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How opioids may be behind many fatal two-car crashes

Residents of New York who use opioids for chronic pain or acute injuries probably know what the effects can be like. For people who are not used to the effects, it is common to experience psychomotor and cognitive impairment. Opioids can cause drowsiness and impair judgment. It’s not surprising, then, that opioid use and driving do not go together.

However, a study published recently in JAMA Network Open has found that in fatal two-car crashes, the drivers who initiated them were twice as likely to test positive for opioids as the other driver. Researchers analyzed 18,321 fatal two-car crashes recorded in the Fatality Analysis Reporting System and focused on those 1,467 drivers who were found with opioids in their system. While 549 of them were not at fault for the crashes in which they were involved, the remaining 918 were.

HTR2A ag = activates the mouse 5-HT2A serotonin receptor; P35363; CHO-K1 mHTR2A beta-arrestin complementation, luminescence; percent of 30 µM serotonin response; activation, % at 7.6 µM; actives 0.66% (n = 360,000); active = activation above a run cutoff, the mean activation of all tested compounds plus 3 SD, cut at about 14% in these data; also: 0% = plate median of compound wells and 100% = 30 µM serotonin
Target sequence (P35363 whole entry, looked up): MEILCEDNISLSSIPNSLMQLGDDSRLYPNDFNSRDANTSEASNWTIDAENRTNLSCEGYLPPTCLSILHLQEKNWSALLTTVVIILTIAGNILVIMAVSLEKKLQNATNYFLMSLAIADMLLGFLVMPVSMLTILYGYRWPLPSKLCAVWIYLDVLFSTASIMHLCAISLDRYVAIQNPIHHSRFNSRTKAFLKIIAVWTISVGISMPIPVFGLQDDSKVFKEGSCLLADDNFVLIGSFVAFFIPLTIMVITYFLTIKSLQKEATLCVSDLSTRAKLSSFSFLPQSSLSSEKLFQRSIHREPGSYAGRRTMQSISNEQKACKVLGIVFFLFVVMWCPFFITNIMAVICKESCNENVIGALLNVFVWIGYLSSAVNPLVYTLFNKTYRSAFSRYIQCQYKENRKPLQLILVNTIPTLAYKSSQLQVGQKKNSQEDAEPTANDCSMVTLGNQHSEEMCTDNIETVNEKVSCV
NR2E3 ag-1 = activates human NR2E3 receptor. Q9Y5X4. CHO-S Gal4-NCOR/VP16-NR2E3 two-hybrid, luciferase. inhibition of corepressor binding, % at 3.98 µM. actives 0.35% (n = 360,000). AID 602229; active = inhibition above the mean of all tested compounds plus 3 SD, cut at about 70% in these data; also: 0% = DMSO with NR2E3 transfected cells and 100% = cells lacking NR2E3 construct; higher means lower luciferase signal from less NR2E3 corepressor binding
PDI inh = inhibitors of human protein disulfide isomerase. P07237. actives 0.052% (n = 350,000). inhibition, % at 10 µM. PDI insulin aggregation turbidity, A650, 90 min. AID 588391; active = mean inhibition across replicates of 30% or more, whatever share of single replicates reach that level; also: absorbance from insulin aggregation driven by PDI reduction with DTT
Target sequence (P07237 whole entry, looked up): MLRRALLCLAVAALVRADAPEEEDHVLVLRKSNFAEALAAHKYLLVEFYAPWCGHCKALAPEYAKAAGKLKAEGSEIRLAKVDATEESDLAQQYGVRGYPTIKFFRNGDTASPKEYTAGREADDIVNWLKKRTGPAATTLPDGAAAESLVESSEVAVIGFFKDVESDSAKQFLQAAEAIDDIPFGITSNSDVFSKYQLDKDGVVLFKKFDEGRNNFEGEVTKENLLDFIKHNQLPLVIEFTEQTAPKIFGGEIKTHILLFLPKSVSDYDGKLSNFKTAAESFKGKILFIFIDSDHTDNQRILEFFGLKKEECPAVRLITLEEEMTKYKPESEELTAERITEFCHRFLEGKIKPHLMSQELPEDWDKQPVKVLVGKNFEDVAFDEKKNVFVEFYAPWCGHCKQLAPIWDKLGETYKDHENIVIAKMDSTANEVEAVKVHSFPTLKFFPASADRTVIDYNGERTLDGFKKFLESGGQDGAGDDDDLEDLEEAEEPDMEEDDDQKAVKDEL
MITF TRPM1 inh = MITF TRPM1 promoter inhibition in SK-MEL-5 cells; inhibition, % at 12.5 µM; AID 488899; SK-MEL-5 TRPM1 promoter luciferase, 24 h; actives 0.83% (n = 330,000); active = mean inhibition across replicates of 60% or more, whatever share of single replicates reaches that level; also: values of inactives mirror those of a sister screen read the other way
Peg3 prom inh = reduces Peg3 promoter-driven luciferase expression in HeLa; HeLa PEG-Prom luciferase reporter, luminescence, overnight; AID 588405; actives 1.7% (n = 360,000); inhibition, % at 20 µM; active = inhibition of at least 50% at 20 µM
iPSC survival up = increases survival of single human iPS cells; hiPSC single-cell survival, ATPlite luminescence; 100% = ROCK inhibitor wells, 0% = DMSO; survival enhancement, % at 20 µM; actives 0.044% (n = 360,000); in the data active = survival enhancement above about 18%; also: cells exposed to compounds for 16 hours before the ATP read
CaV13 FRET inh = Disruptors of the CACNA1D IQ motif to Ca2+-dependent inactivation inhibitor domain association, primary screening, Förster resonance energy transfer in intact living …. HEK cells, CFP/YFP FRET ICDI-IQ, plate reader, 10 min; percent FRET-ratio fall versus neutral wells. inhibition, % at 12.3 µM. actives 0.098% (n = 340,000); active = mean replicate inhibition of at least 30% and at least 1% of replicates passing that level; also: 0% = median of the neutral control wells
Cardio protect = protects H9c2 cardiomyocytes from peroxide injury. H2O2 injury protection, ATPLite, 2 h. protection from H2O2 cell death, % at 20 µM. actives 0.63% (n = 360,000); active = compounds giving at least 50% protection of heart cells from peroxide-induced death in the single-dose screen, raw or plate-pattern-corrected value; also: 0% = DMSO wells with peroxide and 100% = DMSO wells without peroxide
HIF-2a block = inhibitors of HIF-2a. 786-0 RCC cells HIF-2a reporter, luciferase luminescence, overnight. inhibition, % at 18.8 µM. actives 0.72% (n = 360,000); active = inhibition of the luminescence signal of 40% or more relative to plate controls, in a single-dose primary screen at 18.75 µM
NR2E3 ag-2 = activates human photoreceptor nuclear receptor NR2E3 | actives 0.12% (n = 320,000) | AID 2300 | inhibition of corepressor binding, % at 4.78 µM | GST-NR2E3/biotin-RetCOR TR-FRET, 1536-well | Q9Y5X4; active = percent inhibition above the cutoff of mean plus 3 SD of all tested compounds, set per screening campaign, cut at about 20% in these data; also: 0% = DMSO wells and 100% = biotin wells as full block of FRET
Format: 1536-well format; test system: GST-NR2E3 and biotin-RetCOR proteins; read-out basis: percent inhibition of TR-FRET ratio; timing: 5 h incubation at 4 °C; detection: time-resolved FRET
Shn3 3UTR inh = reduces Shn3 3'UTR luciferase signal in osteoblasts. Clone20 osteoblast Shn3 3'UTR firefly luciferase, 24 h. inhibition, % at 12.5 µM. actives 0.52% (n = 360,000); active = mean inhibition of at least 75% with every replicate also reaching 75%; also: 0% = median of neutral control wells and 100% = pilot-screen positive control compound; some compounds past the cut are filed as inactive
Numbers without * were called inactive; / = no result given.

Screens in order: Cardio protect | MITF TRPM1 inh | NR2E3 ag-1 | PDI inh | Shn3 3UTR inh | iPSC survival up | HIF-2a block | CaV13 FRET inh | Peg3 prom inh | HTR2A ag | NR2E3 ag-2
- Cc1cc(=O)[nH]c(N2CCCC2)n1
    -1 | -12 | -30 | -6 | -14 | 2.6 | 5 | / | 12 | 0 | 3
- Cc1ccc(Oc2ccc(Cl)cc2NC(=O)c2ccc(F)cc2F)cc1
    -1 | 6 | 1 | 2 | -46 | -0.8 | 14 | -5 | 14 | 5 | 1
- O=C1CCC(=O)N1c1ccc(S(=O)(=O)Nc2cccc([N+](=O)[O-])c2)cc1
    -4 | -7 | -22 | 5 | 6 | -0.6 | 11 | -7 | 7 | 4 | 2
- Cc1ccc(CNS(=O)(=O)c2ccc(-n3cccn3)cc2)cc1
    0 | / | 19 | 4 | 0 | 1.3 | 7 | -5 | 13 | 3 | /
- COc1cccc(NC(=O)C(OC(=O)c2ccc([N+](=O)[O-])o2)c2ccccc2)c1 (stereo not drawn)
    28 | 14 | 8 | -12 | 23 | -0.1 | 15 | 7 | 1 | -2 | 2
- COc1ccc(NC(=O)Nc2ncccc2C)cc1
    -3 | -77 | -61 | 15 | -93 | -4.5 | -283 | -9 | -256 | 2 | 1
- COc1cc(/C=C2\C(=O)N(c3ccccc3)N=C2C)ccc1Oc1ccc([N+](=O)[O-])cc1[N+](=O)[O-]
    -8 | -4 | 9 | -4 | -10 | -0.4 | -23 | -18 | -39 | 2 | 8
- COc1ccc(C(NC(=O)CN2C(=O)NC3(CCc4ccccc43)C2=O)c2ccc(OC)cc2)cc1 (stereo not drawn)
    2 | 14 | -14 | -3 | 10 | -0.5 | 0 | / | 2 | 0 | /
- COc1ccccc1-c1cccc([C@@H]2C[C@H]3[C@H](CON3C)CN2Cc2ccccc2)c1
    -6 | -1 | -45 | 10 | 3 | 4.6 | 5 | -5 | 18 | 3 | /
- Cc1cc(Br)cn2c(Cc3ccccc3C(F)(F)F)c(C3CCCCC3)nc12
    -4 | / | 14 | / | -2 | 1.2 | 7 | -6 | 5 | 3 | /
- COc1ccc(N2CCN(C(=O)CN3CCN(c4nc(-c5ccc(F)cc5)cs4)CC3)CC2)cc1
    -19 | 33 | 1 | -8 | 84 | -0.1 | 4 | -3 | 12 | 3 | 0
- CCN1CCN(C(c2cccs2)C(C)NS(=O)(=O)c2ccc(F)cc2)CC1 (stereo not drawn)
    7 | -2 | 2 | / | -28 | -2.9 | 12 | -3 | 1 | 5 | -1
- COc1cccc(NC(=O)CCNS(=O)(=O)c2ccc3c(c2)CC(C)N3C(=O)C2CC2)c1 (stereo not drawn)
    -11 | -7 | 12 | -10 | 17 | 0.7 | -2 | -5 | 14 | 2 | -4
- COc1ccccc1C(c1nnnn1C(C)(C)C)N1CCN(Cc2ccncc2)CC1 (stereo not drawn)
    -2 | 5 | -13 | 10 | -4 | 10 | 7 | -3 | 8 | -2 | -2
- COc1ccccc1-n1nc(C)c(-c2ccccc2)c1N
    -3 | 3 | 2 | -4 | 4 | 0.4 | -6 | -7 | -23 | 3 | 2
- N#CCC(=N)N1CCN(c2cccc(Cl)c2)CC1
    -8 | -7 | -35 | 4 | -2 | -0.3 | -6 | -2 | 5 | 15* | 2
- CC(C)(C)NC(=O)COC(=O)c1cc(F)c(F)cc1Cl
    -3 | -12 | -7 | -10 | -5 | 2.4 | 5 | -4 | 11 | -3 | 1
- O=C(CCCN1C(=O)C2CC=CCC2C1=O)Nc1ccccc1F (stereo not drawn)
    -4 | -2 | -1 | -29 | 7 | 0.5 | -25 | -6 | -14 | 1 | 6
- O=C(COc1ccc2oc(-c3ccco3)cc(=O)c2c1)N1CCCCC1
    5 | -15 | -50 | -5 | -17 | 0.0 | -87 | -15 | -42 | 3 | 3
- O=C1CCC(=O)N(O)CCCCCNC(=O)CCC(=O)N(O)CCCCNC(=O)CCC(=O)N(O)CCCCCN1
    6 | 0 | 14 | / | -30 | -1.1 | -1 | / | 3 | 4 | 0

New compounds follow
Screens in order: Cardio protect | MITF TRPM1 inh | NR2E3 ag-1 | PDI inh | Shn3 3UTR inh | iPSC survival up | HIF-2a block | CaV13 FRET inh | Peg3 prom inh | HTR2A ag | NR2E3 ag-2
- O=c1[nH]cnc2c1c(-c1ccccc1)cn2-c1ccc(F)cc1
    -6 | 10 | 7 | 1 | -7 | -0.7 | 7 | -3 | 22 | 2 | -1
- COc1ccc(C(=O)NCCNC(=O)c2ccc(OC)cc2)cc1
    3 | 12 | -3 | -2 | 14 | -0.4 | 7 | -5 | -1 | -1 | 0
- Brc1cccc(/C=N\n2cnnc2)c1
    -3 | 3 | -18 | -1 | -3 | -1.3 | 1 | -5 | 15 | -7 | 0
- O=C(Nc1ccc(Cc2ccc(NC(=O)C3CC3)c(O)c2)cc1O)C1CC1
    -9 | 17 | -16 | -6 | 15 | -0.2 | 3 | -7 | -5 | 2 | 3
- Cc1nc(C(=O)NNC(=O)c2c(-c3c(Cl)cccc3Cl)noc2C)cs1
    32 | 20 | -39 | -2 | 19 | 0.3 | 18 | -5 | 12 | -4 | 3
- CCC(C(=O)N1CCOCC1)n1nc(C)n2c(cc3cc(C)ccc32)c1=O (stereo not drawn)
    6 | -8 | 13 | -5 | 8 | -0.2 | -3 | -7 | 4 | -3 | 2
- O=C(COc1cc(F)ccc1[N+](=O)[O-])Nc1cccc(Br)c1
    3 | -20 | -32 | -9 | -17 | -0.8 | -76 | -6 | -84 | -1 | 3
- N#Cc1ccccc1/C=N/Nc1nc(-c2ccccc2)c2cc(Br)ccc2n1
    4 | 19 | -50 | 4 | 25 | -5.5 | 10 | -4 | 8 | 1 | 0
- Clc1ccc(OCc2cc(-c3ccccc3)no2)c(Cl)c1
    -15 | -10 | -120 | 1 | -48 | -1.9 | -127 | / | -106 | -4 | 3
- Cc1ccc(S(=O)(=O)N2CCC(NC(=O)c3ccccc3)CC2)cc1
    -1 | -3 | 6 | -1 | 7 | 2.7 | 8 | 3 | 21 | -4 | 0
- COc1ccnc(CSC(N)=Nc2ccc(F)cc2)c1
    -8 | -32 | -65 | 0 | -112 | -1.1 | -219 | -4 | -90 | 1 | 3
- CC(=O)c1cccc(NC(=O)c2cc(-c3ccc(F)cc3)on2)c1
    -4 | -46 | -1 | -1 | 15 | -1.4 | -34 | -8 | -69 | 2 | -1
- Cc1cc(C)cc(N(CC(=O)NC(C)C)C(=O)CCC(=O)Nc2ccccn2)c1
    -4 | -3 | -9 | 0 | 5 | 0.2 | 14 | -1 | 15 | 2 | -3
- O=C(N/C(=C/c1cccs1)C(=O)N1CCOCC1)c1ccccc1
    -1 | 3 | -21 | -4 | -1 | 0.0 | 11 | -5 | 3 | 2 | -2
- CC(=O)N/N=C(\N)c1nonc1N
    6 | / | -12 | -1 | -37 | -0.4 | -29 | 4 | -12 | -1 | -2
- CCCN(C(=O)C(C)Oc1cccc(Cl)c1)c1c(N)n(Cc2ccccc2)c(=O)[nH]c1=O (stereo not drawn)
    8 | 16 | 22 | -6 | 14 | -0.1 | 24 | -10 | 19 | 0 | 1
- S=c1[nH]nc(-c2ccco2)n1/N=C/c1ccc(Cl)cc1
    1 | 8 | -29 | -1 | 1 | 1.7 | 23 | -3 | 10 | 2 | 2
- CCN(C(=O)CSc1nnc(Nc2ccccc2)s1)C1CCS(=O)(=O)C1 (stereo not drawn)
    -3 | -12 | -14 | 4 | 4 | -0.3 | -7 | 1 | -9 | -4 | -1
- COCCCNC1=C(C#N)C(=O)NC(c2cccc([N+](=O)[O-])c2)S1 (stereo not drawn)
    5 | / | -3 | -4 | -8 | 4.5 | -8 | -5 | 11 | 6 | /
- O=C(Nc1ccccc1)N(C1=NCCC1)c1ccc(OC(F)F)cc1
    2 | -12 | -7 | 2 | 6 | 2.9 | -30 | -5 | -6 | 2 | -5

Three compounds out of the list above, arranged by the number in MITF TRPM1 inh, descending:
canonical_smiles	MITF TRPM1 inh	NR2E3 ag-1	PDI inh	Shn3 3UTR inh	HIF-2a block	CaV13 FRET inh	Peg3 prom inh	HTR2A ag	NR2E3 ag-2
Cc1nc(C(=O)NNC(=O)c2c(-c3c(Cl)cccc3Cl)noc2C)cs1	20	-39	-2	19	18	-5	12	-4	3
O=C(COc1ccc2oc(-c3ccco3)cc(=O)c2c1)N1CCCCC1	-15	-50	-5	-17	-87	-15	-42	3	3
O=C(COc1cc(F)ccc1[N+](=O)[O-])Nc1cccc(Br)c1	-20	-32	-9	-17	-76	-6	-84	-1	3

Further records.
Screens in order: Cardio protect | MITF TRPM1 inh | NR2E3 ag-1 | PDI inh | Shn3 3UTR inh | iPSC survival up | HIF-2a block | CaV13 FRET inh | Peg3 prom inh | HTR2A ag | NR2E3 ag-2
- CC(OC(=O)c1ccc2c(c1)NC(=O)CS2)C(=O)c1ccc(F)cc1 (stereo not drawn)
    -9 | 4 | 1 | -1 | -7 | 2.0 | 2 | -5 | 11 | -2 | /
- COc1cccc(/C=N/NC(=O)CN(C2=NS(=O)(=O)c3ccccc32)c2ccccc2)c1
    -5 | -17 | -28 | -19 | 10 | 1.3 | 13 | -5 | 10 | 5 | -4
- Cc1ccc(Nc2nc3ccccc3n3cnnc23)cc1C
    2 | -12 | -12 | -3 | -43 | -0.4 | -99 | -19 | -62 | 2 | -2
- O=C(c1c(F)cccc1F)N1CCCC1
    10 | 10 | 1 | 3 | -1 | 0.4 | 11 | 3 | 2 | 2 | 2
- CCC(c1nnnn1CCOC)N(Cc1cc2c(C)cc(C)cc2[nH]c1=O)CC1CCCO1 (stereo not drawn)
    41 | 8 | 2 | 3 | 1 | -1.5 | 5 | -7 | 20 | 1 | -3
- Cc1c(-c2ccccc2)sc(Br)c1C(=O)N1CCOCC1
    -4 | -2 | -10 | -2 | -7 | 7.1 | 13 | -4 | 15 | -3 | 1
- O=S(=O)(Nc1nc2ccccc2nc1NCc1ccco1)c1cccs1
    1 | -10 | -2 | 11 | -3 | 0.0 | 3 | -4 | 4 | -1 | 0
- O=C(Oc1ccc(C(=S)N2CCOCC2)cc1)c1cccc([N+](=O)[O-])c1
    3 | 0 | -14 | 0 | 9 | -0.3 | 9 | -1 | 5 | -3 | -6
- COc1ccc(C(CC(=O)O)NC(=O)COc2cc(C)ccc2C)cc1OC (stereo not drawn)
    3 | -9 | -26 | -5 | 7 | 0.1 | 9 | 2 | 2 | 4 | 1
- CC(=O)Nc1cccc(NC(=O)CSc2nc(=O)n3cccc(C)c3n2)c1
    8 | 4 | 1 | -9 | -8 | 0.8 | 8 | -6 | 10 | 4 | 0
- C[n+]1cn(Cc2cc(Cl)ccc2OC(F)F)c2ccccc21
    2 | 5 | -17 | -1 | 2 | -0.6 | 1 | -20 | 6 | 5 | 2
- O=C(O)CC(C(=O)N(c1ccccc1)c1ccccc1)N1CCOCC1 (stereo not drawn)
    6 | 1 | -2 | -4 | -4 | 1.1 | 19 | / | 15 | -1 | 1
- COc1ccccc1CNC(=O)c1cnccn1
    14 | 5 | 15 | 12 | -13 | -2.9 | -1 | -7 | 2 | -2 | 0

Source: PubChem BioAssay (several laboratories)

The most commonly detected opioids were hydrocodone (32%), morphine (27%) and oxycodone (19%). It was not clear, though, how many were long-time users, so researchers could not say whether opioids directly factored in these crashes.

As a side note, at-fault drivers were much more inclined to have alcohol in their system than the other driver in a crash (5,258 versus 1,815). With fewer opioid prescriptions being written, some experts believe the number of opioid-related crashes will eventually decline.

If it’s clear that opioids were a factor in motor vehicle crashes, then there may be grounds for crash victims to file a claim. Since New York is a no-fault state, only individuals who sustain a serious injury or disability can file a third-party insurance claim. For this reason, victims may want a lawyer to evaluate their case. An attorney may strengthen it with evidence gathered by drug experts and crash investigators.